Port Lincoln to Port Augusta (18th May, 215 miles)

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PORT LINCOLN

We spent the first part of the day viewing the high street in Port Lincoln which faces out to the sea. The statue above is of the explorer Matthew Flinders and his cat Trim. Flinders named Port Lincoln in 1802 after his home county of Lincolnshire in England.

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CALLOW

We stopped for lunch at the small town of Callow. Australia is very helpful to drivers as there is a signpost 5 km before each town listing its facilities, so you know if you find petrol, food, and most importantly, toilets. Thumbs up to Australia for supplying good quality, clean, public toilets.

In Callow we found a super pub for lunch and chatted to a couple of Grey Nomads. This region is known for its oysters so we were advised where to get the cheapest and tastiest oysters. 

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I visited the public toilets in Callow and discovered their Crap Art project. Local artists had decided to spruce up the toilets with a bit of art work, and then decided to sell the pieces if anyone was interested. You simply take the painting away and leave some money in a box. Great idea!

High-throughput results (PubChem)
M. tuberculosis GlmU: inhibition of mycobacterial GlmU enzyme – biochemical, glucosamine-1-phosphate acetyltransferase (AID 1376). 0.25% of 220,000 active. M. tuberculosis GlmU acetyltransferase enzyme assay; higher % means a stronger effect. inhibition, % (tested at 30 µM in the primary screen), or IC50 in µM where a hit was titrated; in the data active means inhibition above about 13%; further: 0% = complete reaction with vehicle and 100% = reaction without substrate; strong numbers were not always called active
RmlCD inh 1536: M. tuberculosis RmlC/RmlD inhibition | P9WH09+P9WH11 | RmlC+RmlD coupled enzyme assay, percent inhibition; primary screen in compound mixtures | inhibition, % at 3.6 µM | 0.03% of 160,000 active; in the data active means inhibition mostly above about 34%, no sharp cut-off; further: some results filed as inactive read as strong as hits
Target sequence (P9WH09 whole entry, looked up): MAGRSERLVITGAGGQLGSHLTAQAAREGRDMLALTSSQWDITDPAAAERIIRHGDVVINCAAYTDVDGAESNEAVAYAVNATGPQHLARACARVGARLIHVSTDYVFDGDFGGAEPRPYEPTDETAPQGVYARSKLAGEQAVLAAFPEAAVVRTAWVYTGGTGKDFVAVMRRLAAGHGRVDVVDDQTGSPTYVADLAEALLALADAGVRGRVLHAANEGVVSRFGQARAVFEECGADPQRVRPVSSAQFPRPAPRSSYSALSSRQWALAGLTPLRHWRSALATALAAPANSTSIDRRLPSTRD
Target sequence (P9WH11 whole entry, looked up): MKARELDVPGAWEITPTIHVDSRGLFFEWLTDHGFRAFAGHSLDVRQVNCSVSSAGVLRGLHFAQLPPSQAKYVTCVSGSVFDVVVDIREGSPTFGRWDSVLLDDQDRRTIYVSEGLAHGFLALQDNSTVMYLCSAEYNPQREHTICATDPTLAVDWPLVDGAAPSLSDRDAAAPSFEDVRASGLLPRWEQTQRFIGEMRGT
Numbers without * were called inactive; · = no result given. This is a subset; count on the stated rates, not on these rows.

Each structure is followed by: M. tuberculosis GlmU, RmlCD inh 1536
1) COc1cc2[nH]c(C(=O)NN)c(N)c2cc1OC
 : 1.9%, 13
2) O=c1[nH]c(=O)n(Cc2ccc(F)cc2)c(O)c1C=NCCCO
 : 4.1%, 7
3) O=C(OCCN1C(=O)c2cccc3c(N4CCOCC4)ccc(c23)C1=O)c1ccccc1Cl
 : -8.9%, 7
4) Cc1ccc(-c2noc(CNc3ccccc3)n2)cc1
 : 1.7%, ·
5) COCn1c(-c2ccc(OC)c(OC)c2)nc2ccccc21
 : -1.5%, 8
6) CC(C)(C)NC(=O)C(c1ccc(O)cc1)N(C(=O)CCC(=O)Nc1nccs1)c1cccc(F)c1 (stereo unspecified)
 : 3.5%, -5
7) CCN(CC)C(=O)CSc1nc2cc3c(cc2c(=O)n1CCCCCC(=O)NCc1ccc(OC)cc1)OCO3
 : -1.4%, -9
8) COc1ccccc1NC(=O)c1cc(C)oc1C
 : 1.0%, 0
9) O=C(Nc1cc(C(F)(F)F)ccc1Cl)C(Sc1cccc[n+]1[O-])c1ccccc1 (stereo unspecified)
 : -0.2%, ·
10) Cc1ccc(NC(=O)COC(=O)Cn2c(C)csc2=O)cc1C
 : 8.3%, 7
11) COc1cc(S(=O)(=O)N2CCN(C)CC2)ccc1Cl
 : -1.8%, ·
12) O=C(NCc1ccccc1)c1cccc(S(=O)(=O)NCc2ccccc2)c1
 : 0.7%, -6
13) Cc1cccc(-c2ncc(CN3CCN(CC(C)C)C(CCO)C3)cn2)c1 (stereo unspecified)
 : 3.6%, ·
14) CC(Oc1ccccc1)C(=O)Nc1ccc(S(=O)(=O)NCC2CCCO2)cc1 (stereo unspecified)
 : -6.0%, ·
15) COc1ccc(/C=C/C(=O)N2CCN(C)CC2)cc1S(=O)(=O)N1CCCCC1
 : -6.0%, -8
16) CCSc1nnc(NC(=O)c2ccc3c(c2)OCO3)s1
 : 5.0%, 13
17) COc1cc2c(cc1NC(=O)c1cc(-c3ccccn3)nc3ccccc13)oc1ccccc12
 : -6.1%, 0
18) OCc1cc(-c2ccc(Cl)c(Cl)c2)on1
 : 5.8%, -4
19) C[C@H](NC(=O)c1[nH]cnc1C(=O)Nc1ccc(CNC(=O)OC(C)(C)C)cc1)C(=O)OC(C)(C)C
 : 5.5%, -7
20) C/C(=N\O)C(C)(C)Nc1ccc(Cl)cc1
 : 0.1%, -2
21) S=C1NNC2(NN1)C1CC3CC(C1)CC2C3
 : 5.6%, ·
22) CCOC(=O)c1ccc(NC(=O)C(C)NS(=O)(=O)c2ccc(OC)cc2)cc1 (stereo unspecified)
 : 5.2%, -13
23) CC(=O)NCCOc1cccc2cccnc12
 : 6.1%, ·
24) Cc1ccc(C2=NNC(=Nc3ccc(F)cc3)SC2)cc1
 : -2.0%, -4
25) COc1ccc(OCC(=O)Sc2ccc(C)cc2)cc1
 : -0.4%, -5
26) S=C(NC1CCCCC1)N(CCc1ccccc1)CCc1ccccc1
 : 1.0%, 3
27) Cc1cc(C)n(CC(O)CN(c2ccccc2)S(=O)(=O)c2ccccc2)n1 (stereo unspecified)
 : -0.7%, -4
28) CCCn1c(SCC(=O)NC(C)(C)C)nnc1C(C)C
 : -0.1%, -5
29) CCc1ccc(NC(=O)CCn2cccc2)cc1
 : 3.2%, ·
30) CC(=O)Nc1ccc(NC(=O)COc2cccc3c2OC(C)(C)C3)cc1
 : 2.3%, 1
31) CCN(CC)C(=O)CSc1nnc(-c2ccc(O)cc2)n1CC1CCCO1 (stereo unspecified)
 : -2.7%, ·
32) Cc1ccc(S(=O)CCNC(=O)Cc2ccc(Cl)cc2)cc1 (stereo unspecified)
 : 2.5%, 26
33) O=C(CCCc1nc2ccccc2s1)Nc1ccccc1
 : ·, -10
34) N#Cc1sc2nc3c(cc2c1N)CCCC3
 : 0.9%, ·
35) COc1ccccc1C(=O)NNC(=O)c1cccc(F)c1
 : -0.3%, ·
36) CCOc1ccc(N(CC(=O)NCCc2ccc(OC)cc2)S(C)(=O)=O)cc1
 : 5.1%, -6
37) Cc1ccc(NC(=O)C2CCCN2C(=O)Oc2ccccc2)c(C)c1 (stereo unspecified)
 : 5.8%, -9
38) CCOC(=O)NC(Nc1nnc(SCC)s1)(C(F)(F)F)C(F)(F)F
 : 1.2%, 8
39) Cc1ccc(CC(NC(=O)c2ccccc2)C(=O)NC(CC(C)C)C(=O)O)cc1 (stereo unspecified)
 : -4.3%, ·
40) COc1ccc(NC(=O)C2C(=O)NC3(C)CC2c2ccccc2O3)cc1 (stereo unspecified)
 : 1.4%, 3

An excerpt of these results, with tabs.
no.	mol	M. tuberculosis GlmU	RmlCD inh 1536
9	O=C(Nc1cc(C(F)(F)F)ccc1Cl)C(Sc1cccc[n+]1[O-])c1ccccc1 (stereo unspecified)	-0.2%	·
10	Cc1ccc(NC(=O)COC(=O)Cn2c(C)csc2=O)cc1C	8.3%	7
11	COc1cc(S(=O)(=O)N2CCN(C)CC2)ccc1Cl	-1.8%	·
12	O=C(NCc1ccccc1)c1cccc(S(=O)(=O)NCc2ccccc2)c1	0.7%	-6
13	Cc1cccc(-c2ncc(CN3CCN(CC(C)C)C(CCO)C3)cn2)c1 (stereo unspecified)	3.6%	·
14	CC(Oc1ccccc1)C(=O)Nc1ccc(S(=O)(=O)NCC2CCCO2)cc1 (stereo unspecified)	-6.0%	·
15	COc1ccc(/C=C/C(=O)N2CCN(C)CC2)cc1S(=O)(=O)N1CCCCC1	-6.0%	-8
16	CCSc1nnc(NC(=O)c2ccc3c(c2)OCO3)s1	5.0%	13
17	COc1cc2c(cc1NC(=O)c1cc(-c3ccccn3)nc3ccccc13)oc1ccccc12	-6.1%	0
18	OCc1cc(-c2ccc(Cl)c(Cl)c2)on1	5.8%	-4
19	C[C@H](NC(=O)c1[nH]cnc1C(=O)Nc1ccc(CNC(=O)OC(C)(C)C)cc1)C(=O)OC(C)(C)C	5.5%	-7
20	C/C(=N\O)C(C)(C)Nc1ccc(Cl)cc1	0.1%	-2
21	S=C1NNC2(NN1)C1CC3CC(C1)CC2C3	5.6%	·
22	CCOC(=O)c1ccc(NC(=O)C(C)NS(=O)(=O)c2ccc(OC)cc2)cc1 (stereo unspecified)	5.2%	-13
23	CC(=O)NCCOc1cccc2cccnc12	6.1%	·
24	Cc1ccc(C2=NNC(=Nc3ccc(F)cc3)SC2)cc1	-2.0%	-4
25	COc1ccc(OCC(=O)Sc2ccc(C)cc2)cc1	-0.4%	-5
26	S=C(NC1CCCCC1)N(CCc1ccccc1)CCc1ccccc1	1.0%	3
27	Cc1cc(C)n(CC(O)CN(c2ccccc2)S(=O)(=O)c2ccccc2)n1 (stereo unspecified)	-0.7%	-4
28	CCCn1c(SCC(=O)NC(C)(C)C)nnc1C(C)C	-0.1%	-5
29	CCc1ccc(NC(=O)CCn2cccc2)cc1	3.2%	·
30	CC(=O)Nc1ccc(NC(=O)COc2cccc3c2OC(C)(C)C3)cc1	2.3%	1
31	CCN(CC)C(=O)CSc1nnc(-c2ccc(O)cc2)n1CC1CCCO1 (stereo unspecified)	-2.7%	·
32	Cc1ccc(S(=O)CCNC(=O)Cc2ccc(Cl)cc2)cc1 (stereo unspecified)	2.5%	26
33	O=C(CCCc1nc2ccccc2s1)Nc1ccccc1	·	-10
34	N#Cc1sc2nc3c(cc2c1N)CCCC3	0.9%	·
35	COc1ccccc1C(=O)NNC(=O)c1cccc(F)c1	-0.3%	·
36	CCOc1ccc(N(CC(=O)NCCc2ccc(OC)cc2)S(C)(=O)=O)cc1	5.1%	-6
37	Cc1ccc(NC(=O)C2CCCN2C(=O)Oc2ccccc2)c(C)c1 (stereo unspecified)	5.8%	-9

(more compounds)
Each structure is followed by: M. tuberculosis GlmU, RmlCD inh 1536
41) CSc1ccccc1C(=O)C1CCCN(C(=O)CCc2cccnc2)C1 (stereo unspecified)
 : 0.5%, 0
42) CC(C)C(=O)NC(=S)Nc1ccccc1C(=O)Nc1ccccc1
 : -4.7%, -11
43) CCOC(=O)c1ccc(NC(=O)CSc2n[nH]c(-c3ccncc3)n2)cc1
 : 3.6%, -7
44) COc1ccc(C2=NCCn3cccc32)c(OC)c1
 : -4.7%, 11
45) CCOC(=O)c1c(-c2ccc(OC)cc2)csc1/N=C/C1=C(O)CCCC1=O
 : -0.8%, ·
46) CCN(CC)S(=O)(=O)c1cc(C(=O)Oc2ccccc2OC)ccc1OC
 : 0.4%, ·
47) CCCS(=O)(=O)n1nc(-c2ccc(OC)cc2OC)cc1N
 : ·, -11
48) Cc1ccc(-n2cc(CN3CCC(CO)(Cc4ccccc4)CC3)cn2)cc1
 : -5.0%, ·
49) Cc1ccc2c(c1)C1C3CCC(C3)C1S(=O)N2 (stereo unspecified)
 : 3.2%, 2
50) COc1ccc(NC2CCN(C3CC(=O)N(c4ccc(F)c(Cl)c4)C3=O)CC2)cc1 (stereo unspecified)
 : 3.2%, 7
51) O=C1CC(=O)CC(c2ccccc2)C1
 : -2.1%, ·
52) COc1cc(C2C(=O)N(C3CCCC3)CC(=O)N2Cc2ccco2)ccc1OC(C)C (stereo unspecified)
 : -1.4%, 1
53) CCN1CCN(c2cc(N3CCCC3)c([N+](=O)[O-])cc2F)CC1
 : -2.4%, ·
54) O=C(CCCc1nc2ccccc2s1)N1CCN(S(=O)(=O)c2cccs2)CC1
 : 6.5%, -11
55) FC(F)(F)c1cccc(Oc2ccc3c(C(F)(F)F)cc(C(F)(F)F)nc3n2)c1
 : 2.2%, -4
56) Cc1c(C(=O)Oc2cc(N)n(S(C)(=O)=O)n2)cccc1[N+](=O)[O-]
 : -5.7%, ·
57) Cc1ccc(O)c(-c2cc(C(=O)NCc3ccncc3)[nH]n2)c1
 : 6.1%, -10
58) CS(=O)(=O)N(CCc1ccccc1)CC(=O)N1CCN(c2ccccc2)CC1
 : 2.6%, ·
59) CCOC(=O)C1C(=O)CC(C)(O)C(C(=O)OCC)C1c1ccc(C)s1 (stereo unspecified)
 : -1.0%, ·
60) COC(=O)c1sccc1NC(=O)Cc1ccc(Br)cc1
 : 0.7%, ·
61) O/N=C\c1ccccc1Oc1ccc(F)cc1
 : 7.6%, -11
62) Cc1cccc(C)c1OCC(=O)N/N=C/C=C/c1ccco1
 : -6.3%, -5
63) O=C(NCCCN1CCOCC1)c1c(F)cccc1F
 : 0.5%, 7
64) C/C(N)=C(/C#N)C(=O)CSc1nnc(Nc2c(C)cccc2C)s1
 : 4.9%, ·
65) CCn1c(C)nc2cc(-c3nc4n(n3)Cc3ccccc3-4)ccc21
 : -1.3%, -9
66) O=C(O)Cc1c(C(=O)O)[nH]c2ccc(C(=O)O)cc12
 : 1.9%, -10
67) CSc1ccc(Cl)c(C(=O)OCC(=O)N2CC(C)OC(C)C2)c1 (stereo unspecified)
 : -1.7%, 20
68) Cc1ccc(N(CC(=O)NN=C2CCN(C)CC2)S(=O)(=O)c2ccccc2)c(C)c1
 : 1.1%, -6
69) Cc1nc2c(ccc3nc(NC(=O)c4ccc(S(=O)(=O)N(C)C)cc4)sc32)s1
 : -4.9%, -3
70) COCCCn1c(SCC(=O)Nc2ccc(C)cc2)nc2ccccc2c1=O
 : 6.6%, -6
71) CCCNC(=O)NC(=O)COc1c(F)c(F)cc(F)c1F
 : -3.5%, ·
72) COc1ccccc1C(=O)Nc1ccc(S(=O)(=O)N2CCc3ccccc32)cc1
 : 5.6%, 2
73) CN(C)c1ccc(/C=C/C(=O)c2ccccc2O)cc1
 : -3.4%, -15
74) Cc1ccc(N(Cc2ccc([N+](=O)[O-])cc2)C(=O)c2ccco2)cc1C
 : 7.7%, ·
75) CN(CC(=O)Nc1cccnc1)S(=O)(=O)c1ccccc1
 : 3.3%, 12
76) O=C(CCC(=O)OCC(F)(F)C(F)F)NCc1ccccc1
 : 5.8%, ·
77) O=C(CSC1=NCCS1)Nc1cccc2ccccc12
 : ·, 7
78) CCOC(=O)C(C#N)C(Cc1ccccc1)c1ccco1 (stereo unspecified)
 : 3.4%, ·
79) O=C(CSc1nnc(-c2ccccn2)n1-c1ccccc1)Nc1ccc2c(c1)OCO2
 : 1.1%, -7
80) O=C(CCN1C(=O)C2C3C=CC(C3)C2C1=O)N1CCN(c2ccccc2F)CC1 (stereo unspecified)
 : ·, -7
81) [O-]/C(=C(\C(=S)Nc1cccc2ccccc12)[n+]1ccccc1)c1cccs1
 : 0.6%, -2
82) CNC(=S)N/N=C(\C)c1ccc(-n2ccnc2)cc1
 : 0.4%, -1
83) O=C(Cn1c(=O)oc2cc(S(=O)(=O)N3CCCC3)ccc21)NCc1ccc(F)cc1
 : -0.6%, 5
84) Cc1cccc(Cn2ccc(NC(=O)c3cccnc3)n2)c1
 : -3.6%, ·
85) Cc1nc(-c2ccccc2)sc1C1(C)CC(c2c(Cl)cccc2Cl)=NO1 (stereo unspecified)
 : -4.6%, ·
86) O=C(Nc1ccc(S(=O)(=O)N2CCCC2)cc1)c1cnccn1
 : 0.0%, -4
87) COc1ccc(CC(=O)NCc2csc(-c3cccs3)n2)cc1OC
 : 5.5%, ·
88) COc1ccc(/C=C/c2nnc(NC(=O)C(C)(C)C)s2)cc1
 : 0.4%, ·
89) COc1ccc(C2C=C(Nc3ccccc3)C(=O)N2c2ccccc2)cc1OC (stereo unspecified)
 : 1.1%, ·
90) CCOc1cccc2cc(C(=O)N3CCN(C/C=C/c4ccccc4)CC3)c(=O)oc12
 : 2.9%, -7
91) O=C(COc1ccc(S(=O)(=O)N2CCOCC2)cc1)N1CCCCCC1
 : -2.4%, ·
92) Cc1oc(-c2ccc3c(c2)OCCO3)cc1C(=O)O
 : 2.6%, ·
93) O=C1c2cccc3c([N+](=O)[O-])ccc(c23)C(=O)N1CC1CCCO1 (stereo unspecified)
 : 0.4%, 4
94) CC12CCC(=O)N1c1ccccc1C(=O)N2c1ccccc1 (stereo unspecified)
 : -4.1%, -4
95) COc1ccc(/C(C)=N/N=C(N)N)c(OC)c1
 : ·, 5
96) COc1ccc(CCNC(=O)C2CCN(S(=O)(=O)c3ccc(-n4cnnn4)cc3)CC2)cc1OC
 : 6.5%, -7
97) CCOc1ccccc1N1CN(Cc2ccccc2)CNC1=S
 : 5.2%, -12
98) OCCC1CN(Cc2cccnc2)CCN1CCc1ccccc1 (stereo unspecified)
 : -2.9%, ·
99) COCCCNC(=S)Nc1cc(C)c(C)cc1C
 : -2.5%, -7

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PORT AUGUSTA

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It was gorgeous weather for a drive today as we headed northwards to Port Augusta. Our first destination was the Arid Lands Botanic Garden which made for a very pleasant walk in golden hour as the sun was going down. We were beginning to see more birds on our trip now, I guess because there were more trees around here!

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Next we sped off to the Matthew Flinders Red Cliff lookout to watch the sun set. The cloud formations were fascinating to see, with a 360 degree lightshow.

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We had one of the best dinners of the trip in our motel (Standpipe Golf Motor Inn), both chosing the spiced kangaroo dish (saltbush duke crusted grilled kangaroo, with beetroots, onions and kipfler potatoes with a quandong and native pepper berry sauce). I was not expecting too much from Port Augusta (the crossroads of Australia), so was happy to find otherwise.

I had hoped to try some astrophotography on this trip, as it helps to be in areas of low light pollution, such as the Nullarbor Plain. But it had always been cloudy at night and hard to see the stars. Tonight though, we saw stars and decided to try to photograph the Milky Way. I have an app on my phone which tells me where to find the core of the Milky Way at any time and any place in the world. So, we knew where to point the camera and here is the result. It is not as good as I would have liked as we are on the golf course just outside our building, and hence there is light coming from the motel. Still, I would never get a shot like this here in Johor Bahru, Malaysia.

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© Helen Gray 2019